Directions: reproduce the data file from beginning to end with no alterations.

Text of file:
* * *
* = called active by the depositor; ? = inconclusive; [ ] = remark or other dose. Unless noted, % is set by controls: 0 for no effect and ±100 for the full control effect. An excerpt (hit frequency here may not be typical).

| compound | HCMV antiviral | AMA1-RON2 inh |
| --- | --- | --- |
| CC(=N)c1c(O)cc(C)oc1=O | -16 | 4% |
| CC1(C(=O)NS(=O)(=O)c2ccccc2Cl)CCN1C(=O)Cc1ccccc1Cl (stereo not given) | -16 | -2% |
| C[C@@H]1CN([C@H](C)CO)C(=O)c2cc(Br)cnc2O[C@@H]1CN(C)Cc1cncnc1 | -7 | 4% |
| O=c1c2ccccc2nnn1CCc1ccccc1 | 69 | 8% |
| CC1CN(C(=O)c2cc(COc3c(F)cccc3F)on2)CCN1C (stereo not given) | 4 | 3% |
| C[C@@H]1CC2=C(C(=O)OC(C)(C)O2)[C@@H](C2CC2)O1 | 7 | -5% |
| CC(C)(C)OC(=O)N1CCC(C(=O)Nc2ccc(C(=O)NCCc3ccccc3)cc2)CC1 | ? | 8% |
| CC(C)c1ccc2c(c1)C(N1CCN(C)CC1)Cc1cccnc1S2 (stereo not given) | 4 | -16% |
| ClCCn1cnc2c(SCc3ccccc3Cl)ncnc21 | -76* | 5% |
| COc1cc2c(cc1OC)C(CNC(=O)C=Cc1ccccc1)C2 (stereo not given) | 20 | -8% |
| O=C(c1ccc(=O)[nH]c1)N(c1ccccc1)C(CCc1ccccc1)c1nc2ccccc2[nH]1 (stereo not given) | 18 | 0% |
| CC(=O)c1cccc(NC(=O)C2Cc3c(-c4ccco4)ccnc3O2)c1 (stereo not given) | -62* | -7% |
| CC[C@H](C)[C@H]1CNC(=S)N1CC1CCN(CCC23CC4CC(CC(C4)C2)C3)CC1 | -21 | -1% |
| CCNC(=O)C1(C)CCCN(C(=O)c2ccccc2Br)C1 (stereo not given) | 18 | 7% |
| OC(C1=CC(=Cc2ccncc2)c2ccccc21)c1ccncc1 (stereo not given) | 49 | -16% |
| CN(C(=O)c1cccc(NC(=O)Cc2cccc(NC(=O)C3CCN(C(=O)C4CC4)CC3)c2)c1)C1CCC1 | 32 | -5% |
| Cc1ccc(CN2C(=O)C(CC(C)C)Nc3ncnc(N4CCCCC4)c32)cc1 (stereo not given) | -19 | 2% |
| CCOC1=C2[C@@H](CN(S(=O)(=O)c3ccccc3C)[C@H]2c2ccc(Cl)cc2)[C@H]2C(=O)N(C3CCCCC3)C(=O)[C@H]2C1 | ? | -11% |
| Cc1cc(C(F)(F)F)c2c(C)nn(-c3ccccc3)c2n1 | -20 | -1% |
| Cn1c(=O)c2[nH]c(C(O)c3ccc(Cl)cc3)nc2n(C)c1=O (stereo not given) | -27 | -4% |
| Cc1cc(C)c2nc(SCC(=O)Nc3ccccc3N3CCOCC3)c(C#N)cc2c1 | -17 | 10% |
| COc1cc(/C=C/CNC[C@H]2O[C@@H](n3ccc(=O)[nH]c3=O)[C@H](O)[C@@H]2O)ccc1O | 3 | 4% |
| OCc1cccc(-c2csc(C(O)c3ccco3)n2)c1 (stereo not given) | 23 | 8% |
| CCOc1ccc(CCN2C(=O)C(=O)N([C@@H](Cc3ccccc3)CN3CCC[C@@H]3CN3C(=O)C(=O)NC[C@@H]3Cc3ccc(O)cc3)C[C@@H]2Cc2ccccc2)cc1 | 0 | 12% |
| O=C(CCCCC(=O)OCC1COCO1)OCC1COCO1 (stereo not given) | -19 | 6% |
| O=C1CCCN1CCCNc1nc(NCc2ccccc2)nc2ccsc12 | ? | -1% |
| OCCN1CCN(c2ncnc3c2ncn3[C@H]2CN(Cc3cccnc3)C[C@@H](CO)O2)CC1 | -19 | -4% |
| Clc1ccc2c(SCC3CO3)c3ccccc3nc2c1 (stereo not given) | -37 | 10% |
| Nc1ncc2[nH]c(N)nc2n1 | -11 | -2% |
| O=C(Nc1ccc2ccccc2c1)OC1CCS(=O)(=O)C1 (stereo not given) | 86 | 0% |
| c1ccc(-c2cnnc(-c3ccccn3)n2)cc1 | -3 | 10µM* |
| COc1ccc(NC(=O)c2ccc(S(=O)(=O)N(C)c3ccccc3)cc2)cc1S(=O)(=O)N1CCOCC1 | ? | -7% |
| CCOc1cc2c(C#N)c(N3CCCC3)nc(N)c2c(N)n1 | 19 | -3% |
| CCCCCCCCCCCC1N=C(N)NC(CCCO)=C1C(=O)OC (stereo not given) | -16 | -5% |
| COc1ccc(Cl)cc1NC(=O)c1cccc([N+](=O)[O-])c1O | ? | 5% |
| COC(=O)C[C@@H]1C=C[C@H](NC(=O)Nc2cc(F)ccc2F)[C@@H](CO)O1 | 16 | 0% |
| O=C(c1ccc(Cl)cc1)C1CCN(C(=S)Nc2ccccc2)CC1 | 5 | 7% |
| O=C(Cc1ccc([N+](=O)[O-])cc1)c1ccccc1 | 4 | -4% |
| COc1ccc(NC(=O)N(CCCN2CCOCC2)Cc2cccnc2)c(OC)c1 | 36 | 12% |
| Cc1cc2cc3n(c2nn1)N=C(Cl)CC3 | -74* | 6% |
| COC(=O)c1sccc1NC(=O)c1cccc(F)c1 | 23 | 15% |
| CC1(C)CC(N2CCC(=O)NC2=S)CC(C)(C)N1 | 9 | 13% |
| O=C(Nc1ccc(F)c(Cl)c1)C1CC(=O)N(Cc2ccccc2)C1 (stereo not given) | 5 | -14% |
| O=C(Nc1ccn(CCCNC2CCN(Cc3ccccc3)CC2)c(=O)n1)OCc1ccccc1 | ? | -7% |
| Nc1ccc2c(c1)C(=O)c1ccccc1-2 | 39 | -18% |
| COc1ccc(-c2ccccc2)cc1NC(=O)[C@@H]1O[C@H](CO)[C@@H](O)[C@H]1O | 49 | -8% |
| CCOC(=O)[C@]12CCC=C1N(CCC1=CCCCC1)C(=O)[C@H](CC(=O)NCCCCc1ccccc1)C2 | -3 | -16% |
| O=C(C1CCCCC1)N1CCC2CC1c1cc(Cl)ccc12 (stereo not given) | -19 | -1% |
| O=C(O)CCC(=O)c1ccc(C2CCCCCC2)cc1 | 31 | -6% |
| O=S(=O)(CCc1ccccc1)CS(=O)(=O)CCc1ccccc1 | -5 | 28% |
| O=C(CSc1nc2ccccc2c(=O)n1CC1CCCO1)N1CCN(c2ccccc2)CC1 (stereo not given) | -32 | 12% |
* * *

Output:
* = called active by the depositor; ? = inconclusive; [ ] = remark or other dose. Unless noted, % is set by controls: 0 for no effect and ±100 for the full control effect. An excerpt (hit frequency here may not be typical).

| compound | HCMV antiviral | AMA1-RON2 inh |
| --- | --- | --- |
| CC(=N)c1c(O)cc(C)oc1=O | -16 | 4% |
| CC1(C(=O)NS(=O)(=O)c2ccccc2Cl)CCN1C(=O)Cc1ccccc1Cl (stereo not given) | -16 | -2% |
| C[C@@H]1CN([C@H](C)CO)C(=O)c2cc(Br)cnc2O[C@@H]1CN(C)Cc1cncnc1 | -7 | 4% |
| O=c1c2ccccc2nnn1CCc1ccccc1 | 69 | 8% |
| CC1CN(C(=O)c2cc(COc3c(F)cccc3F)on2)CCN1C (stereo not given) | 4 | 3% |
| C[C@@H]1CC2=C(C(=O)OC(C)(C)O2)[C@@H](C2CC2)O1 | 7 | -5% |
| CC(C)(C)OC(=O)N1CCC(C(=O)Nc2ccc(C(=O)NCCc3ccccc3)cc2)CC1 | ? | 8% |
| CC(C)c1ccc2c(c1)C(N1CCN(C)CC1)Cc1cccnc1S2 (stereo not given) | 4 | -16% |
| ClCCn1cnc2c(SCc3ccccc3Cl)ncnc21 | -76* | 5% |
| COc1cc2c(cc1OC)C(CNC(=O)C=Cc1ccccc1)C2 (stereo not given) | 20 | -8% |
| O=C(c1ccc(=O)[nH]c1)N(c1ccccc1)C(CCc1ccccc1)c1nc2ccccc2[nH]1 (stereo not given) | 18 | 0% |
| CC(=O)c1cccc(NC(=O)C2Cc3c(-c4ccco4)ccnc3O2)c1 (stereo not given) | -62* | -7% |
| CC[C@H](C)[C@H]1CNC(=S)N1CC1CCN(CCC23CC4CC(CC(C4)C2)C3)CC1 | -21 | -1% |
| CCNC(=O)C1(C)CCCN(C(=O)c2ccccc2Br)C1 (stereo not given) | 18 | 7% |
| OC(C1=CC(=Cc2ccncc2)c2ccccc21)c1ccncc1 (stereo not given) | 49 | -16% |
| CN(C(=O)c1cccc(NC(=O)Cc2cccc(NC(=O)C3CCN(C(=O)C4CC4)CC3)c2)c1)C1CCC1 | 32 | -5% |
| Cc1ccc(CN2C(=O)C(CC(C)C)Nc3ncnc(N4CCCCC4)c32)cc1 (stereo not given) | -19 | 2% |
| CCOC1=C2[C@@H](CN(S(=O)(=O)c3ccccc3C)[C@H]2c2ccc(Cl)cc2)[C@H]2C(=O)N(C3CCCCC3)C(=O)[C@H]2C1 | ? | -11% |
| Cc1cc(C(F)(F)F)c2c(C)nn(-c3ccccc3)c2n1 | -20 | -1% |
| Cn1c(=O)c2[nH]c(C(O)c3ccc(Cl)cc3)nc2n(C)c1=O (stereo not given) | -27 | -4% |
| Cc1cc(C)c2nc(SCC(=O)Nc3ccccc3N3CCOCC3)c(C#N)cc2c1 | -17 | 10% |
| COc1cc(/C=C/CNC[C@H]2O[C@@H](n3ccc(=O)[nH]c3=O)[C@H](O)[C@@H]2O)ccc1O | 3 | 4% |
| OCc1cccc(-c2csc(C(O)c3ccco3)n2)c1 (stereo not given) | 23 | 8% |
| CCOc1ccc(CCN2C(=O)C(=O)N([C@@H](Cc3ccccc3)CN3CCC[C@@H]3CN3C(=O)C(=O)NC[C@@H]3Cc3ccc(O)cc3)C[C@@H]2Cc2ccccc2)cc1 | 0 | 12% |
| O=C(CCCCC(=O)OCC1COCO1)OCC1COCO1 (stereo not given) | -19 | 6% |
| O=C1CCCN1CCCNc1nc(NCc2ccccc2)nc2ccsc12 | ? | -1% |
| OCCN1CCN(c2ncnc3c2ncn3[C@H]2CN(Cc3cccnc3)C[C@@H](CO)O2)CC1 | -19 | -4% |
| Clc1ccc2c(SCC3CO3)c3ccccc3nc2c1 (stereo not given) | -37 | 10% |
| Nc1ncc2[nH]c(N)nc2n1 | -11 | -2% |
| O=C(Nc1ccc2ccccc2c1)OC1CCS(=O)(=O)C1 (stereo not given) | 86 | 0% |
| c1ccc(-c2cnnc(-c3ccccn3)n2)cc1 | -3 | 10µM* |
| COc1ccc(NC(=O)c2ccc(S(=O)(=O)N(C)c3ccccc3)cc2)cc1S(=O)(=O)N1CCOCC1 | ? | -7% |
| CCOc1cc2c(C#N)c(N3CCCC3)nc(N)c2c(N)n1 | 19 | -3% |
| CCCCCCCCCCCC1N=C(N)NC(CCCO)=C1C(=O)OC (stereo not given) | -16 | -5% |
| COc1ccc(Cl)cc1NC(=O)c1cccc([N+](=O)[O-])c1O | ? | 5% |
| COC(=O)C[C@@H]1C=C[C@H](NC(=O)Nc2cc(F)ccc2F)[C@@H](CO)O1 | 16 | 0% |
| O=C(c1ccc(Cl)cc1)C1CCN(C(=S)Nc2ccccc2)CC1 | 5 | 7% |
| O=C(Cc1ccc([N+](=O)[O-])cc1)c1ccccc1 | 4 | -4% |
| COc1ccc(NC(=O)N(CCCN2CCOCC2)Cc2cccnc2)c(OC)c1 | 36 | 12% |
| Cc1cc2cc3n(c2nn1)N=C(Cl)CC3 | -74* | 6% |
| COC(=O)c1sccc1NC(=O)c1cccc(F)c1 | 23 | 15% |
| CC1(C)CC(N2CCC(=O)NC2=S)CC(C)(C)N1 | 9 | 13% |
| O=C(Nc1ccc(F)c(Cl)c1)C1CC(=O)N(Cc2ccccc2)C1 (stereo not given) | 5 | -14% |
| O=C(Nc1ccn(CCCNC2CCN(Cc3ccccc3)CC2)c(=O)n1)OCc1ccccc1 | ? | -7% |
| Nc1ccc2c(c1)C(=O)c1ccccc1-2 | 39 | -18% |
| COc1ccc(-c2ccccc2)cc1NC(=O)[C@@H]1O[C@H](CO)[C@@H](O)[C@H]1O | 49 | -8% |
| CCOC(=O)[C@]12CCC=C1N(CCC1=CCCCC1)C(=O)[C@H](CC(=O)NCCCCc1ccccc1)C2 | -3 | -16% |
| O=C(C1CCCCC1)N1CCC2CC1c1cc(Cl)ccc12 (stereo not given) | -19 | -1% |
| O=C(O)CCC(=O)c1ccc(C2CCCCCC2)cc1 | 31 | -6% |
| O=S(=O)(CCc1ccccc1)CS(=O)(=O)CCc1ccccc1 | -5 | 28% |
| O=C(CSc1nc2ccccc2c(=O)n1CC1CCCO1)N1CCN(c2ccccc2)CC1 (stereo not given) | -32 | 12% |